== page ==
How To Build A Console Table Without Nails
Up here at our beach home, I FINALLY convinced my husband that we needed to get rid of the big beast television
in our open plan living room that was hardly ever watched. Who needs TV when you have the ocean to look at instead!
Build a no nails console table with this tutorial and easily transport it from your work area into your home!
We have an updated post today on making your own table with a twist. The twist will mean that you can easily move it, easily paint it and take it apart with virtually no tools! So let’s get started and if you aren’t into doing furniture things from scratch you might want to move on in to another one of my posts instead.
Do you remember the SUPER LARGE and SUPER UGLY projection screen televisions that were popular not too long ago?, So many us had them…bleck! The kind with the large box behind them that were a bear to move and usually housed in oversized wall units that became useless when we switched to flat screens. We had one of those in the living room at our beach home and I was so happy the day that we decided that the beast television was a goner ?. Finally I won the war that we had the ocean to look at and didn’t need anything like this in the living room. He has his very own man cave there…so he caved in to the cave.
I sketched out a simple console table that I had in mind to take it’s place.
How To Easily Build A Console Table With No Nails
- 6 – 2 x 6 x 8′ 0″ for top & shelf
- 3 – 2 x 4 x 8′ 0″ for sides & apron
- 2 – 4 x 4 x 8′ 0″ for legs
We used clear fir or you can use southern yellow pine. Choose your pieces by how much grain you’d like to see showing through the paint/stain and obviously what is available in your area.
Cut four 4 x 4’s with preferably a chop saw as shown to the desired height of your table. Remember that you will be adding an 1 2/2″ top to the legs, so cut the legs with that in mind for your desired finished table height.
Notch the 4 x 4’s an inch and a half deep, approximately 6″ to 8″ from the floor for the bottom shelf to sit on top (see photo).
Cut two 2 x 4’s exactly 6′ by 4″ long and cut two 2 x 4’s exactly 7″ long and cut two 2 x 4’s exactly 15″ long. These pieces will be for the frame top and legs. Then lay the legs on the floor parallel to each other fifteen inches apart with the notch up and screw the 15″ piece of 2 x 4 into the notch. *NOTE: the notch isn’t completely necessary but it looks better. Another option would be to surface mount the fifteen inch 2 x 4 on to the surface of the 4 x 4.
Using the two 6′ 4″ pieces and the 7″ pieces attach them to the 4 x 4’s using 4″ by 1 1/2″” inside metal angle brackets with 1 1/4″ screws.
Take the three 8′ – 2 x 6 pieces and lay them upside down. Cut five 2 x 4’s – eleven inches long (approximately). These boards will be attached to the three 2 x 6’s and will form the structure of the top. The eleven inch 2 x 4’s should fit between the 6′ 4″ – 2 x 4 frame or adjust accordingly. This will complete the top. Turn the frame and the top over and place the top on top of the frame (see photo).
To construct the bottom shelf, use the remaining 2 x 6’s and notch two of the 2 x 6’s to fit around the 4 x 4 legs. The notch should be approximately an inch and a half deep. This will form the outside pieces of the shelf. The center piece should fit between the two pieces that you have notched. If not, cut accordingly.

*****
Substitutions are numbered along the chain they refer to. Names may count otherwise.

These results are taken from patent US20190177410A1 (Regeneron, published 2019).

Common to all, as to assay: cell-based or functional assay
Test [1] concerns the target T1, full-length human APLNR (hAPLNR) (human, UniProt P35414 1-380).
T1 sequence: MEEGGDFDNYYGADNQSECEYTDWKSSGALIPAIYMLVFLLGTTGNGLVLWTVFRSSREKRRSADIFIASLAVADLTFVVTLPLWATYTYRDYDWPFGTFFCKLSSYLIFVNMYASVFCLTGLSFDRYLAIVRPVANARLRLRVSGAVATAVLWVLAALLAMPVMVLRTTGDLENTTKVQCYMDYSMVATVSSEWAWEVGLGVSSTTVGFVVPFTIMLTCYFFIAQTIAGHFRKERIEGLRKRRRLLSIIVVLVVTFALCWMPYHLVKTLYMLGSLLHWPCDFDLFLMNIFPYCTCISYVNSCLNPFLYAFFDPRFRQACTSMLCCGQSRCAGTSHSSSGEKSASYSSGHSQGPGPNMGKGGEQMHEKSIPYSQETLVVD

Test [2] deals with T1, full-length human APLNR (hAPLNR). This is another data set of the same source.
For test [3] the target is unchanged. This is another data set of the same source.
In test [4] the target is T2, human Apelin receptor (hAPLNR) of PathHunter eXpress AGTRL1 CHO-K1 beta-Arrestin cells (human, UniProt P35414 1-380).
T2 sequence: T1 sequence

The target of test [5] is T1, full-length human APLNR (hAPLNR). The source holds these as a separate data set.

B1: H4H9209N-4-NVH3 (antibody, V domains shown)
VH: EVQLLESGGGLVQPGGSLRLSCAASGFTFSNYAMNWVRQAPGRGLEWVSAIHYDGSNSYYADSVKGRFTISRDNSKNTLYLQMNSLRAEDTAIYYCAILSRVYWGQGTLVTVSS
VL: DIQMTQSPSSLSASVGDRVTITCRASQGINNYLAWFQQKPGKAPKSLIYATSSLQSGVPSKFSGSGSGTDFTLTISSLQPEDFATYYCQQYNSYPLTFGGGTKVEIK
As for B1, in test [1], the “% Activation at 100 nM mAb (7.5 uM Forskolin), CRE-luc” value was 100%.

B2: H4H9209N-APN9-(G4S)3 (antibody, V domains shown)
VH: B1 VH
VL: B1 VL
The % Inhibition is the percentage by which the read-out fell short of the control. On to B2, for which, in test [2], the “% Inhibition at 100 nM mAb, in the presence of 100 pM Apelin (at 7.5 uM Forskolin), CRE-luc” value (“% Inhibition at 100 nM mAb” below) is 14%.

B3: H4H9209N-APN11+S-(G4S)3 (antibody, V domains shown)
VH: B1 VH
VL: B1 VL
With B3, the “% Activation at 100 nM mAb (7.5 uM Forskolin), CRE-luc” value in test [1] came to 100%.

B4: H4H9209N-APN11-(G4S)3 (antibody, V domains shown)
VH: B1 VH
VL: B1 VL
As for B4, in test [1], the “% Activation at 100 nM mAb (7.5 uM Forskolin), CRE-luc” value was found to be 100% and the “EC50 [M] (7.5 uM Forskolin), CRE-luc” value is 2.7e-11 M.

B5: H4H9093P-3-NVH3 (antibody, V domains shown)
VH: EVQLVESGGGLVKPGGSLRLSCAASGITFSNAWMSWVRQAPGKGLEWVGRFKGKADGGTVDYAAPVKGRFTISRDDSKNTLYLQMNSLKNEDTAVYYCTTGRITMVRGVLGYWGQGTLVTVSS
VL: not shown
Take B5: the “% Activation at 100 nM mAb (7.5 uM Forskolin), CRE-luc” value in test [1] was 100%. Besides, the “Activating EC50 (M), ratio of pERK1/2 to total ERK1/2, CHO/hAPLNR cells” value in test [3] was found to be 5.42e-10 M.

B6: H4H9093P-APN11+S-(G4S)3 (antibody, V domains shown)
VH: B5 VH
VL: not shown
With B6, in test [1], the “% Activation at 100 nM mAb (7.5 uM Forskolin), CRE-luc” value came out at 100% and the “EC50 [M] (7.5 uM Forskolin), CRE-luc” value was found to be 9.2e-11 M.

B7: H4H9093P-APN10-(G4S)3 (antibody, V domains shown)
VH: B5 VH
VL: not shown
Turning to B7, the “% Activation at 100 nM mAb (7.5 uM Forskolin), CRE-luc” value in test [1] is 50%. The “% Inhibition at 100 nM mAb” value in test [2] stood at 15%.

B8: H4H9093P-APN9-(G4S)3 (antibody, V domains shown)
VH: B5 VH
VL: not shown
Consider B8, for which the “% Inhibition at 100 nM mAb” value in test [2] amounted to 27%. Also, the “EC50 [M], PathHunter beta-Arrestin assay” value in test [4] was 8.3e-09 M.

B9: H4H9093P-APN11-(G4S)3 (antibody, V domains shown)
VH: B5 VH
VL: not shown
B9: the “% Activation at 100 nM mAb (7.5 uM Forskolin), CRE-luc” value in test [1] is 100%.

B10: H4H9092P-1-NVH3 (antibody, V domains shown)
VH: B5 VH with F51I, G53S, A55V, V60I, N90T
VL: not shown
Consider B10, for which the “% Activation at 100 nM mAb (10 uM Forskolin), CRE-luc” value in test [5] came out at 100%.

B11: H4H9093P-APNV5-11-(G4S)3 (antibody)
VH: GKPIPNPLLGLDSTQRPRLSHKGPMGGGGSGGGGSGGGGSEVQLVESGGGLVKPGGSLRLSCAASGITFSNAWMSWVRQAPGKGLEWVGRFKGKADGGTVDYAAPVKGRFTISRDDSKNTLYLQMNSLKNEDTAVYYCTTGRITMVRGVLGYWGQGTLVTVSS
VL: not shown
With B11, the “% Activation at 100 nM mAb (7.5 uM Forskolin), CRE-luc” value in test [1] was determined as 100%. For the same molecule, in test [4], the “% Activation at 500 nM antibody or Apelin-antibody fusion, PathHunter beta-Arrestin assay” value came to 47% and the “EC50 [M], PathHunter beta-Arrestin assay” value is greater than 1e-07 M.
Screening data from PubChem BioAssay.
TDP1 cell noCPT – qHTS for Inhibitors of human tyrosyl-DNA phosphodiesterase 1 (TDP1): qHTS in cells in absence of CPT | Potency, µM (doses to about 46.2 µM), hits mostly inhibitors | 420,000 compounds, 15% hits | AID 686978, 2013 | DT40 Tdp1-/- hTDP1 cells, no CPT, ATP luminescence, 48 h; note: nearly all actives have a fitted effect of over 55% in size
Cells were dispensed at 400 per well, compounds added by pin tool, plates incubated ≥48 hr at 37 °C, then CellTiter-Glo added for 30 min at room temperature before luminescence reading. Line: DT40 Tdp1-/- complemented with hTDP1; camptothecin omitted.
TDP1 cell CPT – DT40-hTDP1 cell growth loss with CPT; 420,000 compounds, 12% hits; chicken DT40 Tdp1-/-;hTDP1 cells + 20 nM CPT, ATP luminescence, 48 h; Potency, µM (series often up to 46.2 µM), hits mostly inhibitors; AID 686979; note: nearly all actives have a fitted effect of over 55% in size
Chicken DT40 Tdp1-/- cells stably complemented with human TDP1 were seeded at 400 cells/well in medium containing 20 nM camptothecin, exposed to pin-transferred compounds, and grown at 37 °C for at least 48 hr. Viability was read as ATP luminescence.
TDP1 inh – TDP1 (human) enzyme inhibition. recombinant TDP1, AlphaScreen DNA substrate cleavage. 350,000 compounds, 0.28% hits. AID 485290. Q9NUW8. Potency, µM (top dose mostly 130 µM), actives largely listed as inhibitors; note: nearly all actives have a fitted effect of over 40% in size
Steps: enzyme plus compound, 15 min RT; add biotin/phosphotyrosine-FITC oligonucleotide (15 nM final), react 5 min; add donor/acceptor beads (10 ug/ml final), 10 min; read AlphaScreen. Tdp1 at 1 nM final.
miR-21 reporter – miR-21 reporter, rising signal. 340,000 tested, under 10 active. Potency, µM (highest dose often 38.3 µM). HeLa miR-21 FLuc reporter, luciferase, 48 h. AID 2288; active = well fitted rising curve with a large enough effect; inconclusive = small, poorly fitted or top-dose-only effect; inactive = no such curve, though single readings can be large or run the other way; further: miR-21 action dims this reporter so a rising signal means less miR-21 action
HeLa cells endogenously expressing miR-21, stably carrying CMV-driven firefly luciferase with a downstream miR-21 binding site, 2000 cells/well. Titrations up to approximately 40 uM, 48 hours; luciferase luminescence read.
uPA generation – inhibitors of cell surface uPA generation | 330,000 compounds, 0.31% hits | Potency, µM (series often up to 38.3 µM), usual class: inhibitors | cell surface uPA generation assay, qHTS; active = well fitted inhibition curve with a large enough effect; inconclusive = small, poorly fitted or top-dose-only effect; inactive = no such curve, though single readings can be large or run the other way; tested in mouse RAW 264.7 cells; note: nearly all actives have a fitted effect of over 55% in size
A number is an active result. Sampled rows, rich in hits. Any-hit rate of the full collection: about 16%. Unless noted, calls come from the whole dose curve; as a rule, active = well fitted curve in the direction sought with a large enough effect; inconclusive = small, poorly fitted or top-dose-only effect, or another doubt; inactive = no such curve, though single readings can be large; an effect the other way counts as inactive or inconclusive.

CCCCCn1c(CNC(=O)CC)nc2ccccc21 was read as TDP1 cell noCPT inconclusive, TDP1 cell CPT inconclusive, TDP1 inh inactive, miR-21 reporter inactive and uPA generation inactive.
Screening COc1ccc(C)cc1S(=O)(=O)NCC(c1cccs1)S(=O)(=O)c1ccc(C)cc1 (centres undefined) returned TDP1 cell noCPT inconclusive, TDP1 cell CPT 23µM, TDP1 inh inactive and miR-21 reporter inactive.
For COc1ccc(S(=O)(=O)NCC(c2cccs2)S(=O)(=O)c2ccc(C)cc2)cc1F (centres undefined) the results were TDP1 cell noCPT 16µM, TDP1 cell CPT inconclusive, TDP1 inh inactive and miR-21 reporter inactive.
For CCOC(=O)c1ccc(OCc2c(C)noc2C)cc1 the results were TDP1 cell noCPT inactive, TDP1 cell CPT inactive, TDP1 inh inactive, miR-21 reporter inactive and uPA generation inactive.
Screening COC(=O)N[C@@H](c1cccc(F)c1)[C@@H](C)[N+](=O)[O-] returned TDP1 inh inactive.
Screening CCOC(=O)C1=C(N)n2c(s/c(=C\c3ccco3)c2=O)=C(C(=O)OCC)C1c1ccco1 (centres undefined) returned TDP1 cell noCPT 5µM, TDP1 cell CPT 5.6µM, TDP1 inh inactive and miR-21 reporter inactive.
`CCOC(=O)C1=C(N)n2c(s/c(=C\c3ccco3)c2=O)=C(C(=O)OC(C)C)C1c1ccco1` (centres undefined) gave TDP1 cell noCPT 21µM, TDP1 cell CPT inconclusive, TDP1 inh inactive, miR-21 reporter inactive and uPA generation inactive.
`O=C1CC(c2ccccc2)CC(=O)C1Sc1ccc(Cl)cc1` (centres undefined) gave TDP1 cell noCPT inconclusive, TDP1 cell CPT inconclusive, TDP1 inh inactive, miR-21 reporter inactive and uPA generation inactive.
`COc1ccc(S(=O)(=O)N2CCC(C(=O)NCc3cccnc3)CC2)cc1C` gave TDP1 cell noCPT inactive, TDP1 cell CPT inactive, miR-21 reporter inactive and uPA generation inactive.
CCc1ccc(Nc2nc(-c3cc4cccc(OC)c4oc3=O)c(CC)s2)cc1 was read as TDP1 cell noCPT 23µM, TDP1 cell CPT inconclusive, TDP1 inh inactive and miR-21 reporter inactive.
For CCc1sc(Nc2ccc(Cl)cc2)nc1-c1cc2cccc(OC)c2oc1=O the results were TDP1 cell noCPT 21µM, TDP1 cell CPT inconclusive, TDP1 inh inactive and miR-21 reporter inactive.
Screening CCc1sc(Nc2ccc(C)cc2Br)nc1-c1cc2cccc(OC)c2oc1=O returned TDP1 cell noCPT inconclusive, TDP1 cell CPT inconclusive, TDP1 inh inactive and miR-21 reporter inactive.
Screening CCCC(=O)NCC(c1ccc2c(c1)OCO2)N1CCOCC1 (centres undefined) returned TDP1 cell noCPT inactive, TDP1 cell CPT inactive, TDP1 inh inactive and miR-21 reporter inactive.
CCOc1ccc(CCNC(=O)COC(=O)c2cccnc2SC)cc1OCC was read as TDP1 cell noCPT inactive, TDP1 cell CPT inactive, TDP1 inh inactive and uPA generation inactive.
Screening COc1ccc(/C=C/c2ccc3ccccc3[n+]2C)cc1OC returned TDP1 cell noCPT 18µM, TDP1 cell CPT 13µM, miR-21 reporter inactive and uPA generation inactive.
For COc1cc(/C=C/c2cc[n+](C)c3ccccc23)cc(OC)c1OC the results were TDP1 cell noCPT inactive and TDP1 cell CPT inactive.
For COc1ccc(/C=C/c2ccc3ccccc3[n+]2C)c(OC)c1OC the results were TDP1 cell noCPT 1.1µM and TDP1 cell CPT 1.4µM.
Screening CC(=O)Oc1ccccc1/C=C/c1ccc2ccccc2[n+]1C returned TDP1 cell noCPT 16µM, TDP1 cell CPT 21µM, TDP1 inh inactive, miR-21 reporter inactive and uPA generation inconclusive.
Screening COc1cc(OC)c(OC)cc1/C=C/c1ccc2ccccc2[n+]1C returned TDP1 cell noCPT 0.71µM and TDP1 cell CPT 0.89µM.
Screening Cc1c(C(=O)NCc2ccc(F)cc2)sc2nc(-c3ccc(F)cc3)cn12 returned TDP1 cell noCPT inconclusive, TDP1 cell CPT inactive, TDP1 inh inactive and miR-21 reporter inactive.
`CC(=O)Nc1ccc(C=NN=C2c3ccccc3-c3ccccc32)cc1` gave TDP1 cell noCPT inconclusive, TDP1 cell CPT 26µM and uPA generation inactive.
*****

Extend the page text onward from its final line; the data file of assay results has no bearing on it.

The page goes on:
There are no nails used to construct the table and it can be easily disassembled for moving purposes.
How To Paint A Table With A Layering Technique
My goal was to give this table a softly distressed beach house look that would blend into the existing furnishings of the room unobtrusively. I have used milk paint before and enjoy the fact that it can be watered down to any consistency desired. I decided to use Miss Mustard Seed French Enamel blue first and then topcoat with MMS Ironstone.
There are several ways to mix milk paint. The paint comes in a powder form and you mix it with water. I used a Mason jar to mix with the shake method (shake, shake, shake!) but the best way is really with a spare blender jar just for paint…which unfortunately I did not have.
In this (build a no nails farmhouse table) project, since the table came apart easily for transporting…I took the top boards off for painting (optional). Milk paint does have some small lumps in it but they settle after application in any project that I have worked on in the past. I mixed about 25% paint to water and applied two thin coats. The watered down paint dries quickly and I was able to apply the second coat around an hour after the first coat was finished.
Next came a light sanding with a small orbital sander to reveal some of the grain. The photo is greatly enlarged to show detail and I prefer just to hit the areas that are naturally raised up by the very nature of the wood.
Waxing the table was the final step and gives the paint depth, sheen and protection. I used Miss Mustard Seed Antiquing Wax and applied this with a rag and buffed with some more rags when dry. We decided that since this table would be in a beach environment that two coats of wax would be best. I allowed the first coat of wax to dry overnight before deciding on the additional coat.
We super really LOVE this table and the color seems to get better over time too. On a scale of 1 to 10 (with 10 being the most difficult) we rate the build and construction to be about about a 6 or 7 and the painting is more time consuming than difficult (so a 4 on that:-).
Total Spent On Build A No Nails Farmhouse Table Project = $75
- Lumber and hardware $75
- I was happily provided with the Miss Mustard Seed Milk Paint for this project